Admit it: Things have been a little intense in the last few weeks in Soapland. Heads have rolled, people are irritated, and the most dramatic twists and turns have been behind the scenes instead of in front of it.
I figured it was time to just delve into the ridiculous for a moment or two – to relieve some pressure! I think indulging in silliness every once in a while is a mark of an extremely well-rounded, sane person.
The other day, someone introduced me to the works of Elva Miller. If you don’t know who she is, she was briefly a singing star in the 1960s. She fell squarely into the odd and sometimes it’s-so-bad-it’s-good-camp. To hear Mrs. Miller sing brings to mind Hyacinth Bucket from the BBC’s Keeping Up Appearances, but as an All-American housewife.
To give you an idea of what I’m talking about, here’s a scene with her from a film (I’m not sure which one):
Unique, for sure. I find people’s reactions to her to be curious. They have a lingering doubt: Is it a joke? Is she in on the joke?
There have been other artistic works in the same vein (John Waters movies, for one). But daytime has, for the most part, taken itself too seriously. Ultra-serious in a way that invites mocking. (There are entire online communities that talk about Jason Morgan’s hair on GH.) And Passions may have been a joke, and was in on the joke, but for every original or inventive piece they did, I thought there was much more there that wasn’t funny, or ironic.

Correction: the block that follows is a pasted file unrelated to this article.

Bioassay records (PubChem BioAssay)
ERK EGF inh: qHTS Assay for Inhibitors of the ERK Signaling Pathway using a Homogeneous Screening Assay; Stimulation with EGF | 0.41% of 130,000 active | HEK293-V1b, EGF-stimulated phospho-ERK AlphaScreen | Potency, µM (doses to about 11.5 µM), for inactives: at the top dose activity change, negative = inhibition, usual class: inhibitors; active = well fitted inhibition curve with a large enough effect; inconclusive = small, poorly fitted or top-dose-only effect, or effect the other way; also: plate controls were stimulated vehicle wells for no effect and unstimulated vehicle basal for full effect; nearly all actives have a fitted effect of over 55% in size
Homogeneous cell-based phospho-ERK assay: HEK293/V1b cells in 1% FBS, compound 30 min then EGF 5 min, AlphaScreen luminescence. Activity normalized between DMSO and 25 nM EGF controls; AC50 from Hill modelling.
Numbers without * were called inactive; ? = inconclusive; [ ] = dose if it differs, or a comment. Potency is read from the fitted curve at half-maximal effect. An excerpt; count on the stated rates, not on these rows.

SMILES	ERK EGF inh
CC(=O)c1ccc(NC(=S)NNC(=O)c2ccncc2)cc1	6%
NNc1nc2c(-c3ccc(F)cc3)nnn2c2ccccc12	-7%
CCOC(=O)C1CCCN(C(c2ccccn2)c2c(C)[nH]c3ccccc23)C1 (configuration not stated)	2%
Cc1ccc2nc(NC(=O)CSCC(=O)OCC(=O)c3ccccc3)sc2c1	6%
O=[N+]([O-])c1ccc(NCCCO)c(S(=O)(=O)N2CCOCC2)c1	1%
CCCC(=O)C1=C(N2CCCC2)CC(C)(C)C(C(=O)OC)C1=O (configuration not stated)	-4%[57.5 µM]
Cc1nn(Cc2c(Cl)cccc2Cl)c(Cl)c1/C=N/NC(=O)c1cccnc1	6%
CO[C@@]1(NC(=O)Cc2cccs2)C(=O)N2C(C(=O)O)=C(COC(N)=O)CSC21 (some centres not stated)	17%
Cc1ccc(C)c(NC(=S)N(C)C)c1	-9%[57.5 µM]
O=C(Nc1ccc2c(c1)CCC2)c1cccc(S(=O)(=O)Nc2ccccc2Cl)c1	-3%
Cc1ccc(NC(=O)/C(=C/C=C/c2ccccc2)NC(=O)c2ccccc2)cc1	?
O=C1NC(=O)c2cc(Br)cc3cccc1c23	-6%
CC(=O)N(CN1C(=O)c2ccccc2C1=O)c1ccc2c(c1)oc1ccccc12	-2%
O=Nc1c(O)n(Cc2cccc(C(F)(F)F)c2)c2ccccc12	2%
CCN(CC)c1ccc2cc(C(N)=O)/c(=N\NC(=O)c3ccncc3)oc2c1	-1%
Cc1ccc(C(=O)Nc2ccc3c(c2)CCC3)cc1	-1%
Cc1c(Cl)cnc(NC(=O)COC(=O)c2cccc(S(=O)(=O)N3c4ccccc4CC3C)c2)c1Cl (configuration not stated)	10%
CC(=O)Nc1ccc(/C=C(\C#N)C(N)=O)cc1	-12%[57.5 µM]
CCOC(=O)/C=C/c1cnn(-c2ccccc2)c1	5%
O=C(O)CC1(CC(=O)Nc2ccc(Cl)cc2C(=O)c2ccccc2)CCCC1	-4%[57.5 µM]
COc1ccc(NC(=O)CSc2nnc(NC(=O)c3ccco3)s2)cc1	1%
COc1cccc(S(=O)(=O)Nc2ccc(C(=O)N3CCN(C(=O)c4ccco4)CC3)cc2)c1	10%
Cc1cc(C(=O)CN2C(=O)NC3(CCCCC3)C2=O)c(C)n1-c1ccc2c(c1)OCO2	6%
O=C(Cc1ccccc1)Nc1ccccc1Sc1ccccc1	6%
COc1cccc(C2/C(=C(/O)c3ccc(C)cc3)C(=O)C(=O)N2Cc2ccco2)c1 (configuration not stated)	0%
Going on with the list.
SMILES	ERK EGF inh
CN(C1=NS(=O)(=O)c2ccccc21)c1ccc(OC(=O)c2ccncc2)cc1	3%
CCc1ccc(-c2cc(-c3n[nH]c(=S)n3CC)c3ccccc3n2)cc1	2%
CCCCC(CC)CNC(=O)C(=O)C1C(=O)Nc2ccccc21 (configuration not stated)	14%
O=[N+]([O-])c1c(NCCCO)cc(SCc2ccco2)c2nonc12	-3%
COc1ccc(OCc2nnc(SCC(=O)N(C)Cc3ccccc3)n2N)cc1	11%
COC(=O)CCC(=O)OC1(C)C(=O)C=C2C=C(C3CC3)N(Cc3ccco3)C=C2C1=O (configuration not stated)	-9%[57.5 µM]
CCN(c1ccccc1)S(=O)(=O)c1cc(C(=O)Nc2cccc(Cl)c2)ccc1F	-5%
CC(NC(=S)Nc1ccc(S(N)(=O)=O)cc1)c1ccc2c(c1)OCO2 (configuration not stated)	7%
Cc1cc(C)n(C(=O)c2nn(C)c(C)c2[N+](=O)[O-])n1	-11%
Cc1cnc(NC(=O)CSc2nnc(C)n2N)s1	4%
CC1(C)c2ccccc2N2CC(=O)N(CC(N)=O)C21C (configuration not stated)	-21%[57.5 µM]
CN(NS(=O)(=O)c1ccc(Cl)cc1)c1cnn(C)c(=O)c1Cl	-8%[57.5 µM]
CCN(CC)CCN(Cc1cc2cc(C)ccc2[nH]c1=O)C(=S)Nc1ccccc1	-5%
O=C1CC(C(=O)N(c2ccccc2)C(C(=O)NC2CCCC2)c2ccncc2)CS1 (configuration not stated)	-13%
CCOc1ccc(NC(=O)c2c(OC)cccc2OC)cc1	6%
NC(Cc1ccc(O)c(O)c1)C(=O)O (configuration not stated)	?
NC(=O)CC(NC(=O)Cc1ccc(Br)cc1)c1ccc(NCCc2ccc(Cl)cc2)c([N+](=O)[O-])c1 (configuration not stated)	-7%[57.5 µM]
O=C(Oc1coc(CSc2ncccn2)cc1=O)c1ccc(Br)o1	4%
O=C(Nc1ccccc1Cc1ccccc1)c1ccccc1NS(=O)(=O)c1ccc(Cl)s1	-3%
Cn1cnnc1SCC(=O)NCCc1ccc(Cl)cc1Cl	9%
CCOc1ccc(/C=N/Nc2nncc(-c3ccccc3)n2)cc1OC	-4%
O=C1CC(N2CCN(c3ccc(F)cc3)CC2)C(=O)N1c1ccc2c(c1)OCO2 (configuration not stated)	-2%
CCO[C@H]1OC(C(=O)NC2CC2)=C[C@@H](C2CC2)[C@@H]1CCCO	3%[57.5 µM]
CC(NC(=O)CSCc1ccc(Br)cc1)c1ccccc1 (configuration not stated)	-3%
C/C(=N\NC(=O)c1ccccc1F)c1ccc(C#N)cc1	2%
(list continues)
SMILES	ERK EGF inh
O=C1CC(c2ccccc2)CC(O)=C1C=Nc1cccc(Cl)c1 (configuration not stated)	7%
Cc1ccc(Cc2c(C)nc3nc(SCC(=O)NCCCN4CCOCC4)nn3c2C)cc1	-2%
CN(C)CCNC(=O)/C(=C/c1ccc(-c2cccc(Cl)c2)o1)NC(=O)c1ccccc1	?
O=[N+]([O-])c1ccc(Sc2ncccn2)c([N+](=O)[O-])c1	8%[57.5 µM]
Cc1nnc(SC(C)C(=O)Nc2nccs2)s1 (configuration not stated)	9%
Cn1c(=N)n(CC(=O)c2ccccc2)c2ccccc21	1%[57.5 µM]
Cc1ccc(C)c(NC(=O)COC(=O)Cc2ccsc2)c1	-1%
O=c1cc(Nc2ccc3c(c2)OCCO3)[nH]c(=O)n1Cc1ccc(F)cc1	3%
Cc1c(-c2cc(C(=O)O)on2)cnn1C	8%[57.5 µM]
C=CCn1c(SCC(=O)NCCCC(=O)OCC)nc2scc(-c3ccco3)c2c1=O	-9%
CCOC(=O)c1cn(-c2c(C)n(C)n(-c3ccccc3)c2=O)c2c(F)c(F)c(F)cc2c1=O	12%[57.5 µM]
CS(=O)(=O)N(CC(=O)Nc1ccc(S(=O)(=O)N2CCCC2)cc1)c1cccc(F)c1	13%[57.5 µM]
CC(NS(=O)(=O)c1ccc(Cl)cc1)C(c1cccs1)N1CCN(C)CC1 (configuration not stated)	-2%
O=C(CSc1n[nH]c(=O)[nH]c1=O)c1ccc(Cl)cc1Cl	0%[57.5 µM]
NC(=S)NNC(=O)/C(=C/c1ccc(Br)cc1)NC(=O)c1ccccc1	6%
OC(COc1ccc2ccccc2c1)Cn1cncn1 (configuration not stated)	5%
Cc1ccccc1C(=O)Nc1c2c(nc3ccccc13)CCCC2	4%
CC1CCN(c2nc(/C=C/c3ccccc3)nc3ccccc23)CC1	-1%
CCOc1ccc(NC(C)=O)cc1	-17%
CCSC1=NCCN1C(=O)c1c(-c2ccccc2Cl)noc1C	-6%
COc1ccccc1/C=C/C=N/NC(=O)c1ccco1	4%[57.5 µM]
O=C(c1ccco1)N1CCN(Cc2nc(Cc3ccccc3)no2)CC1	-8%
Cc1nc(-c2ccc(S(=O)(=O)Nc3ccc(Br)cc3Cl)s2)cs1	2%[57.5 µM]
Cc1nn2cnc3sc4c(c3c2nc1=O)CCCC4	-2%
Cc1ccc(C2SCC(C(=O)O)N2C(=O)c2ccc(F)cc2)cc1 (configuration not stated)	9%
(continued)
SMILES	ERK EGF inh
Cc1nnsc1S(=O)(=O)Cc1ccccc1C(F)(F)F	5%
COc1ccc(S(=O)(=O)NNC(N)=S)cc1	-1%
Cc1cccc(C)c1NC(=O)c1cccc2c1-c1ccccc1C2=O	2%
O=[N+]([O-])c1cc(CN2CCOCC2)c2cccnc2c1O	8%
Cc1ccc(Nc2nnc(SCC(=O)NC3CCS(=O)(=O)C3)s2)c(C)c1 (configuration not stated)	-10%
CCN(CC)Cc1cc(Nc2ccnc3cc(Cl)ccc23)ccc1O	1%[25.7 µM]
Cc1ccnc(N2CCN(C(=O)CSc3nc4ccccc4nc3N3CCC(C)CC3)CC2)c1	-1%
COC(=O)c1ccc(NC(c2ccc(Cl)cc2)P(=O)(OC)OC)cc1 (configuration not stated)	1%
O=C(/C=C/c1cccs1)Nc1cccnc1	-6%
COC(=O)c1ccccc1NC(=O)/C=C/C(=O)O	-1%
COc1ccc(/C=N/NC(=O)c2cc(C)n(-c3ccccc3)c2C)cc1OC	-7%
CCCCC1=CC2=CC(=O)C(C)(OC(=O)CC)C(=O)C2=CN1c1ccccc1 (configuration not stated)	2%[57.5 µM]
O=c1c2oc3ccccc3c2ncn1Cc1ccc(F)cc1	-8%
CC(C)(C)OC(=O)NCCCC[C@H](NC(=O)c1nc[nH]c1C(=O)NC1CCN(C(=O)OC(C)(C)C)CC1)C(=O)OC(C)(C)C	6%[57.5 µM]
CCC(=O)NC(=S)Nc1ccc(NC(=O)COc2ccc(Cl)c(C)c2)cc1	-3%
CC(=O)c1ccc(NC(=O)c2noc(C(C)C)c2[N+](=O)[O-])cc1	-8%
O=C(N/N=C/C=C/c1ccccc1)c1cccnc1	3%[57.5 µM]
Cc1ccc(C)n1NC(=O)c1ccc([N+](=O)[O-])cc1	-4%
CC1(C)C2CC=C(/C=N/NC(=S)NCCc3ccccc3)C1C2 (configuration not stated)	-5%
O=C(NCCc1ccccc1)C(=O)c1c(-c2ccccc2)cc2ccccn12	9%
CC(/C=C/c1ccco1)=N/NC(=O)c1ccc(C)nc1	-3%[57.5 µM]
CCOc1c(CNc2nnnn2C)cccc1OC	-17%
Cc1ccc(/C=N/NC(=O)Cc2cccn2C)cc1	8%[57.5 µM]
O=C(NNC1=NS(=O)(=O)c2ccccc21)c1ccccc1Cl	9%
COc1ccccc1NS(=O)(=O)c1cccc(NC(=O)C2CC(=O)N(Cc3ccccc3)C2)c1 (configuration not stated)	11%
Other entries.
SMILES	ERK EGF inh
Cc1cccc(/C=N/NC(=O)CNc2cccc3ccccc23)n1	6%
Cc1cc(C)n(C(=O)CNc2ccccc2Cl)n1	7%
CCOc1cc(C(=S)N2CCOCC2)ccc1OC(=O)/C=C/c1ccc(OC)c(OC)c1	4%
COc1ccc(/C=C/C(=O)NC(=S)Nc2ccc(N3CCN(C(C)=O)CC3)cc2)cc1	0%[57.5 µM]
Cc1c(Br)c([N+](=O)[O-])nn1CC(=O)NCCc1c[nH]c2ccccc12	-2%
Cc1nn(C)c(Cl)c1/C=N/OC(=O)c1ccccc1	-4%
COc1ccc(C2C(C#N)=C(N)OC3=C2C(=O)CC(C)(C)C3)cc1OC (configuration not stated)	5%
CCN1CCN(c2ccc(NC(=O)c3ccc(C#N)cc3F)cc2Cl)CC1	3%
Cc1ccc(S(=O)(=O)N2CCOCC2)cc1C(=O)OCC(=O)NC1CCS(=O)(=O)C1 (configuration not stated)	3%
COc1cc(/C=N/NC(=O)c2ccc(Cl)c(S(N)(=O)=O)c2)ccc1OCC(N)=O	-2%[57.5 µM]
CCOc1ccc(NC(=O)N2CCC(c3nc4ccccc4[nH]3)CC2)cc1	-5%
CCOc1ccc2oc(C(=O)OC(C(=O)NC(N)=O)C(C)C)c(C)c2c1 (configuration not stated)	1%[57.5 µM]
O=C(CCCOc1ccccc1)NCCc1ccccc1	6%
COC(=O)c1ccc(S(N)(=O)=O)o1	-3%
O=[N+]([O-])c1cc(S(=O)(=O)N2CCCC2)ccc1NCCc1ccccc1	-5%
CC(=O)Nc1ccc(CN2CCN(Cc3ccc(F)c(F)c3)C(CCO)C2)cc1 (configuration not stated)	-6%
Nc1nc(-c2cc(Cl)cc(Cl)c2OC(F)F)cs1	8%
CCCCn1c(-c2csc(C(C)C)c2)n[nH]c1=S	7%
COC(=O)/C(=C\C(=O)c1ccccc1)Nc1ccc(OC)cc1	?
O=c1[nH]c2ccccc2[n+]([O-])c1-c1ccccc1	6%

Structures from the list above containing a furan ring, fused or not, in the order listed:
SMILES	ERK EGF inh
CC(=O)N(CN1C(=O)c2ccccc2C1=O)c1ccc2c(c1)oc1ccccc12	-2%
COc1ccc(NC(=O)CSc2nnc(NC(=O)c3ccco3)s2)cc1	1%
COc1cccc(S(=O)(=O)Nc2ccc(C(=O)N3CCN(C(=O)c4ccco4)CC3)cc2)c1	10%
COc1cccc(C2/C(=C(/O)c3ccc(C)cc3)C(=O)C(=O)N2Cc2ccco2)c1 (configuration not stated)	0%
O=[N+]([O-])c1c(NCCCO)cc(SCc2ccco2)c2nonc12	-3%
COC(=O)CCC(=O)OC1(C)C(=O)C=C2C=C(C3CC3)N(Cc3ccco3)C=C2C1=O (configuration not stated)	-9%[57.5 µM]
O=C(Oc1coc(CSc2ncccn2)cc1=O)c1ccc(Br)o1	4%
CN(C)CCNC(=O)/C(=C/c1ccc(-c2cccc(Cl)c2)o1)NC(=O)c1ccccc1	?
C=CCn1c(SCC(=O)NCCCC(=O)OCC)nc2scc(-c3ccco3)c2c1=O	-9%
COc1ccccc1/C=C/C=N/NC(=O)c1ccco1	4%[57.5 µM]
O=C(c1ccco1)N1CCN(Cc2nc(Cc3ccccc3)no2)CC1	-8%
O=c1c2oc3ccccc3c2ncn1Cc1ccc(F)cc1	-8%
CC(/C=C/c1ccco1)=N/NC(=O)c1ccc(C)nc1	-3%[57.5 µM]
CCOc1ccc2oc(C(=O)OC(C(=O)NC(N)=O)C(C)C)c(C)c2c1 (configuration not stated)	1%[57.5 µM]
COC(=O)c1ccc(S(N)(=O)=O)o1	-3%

I was really surprised, then, to find non-soap online communities that were assigning a campy, ironic, Elva-Miller-like perspective to a former soap actress – Brenda Dickson. I was astonished last year when my friends – a great many of them men who had never seen Y&R a day in their life – started to post about Brenda in their blogs. Some of this was fueled by a YouTube video of Brenda being, well, Brenda:
I mean, whatever you think of her, or her Y&R work (I know many people loved her Jill, though I prefer Jess Walton myself), Brenda’s an original. And that is a pretty singular vision, to see yourself in that light and share that perspective with everyone.
I think soaps forget to poke fun at themselves sometimes, or to not take themselves TOO seriously. (This syndrome always rears its head at the Emmys.) And humor and silliness can be a huge breath of fresh air. It’s also human nature, which is what soaps should be sharing with us. There is, however, a fine line between irony and parody…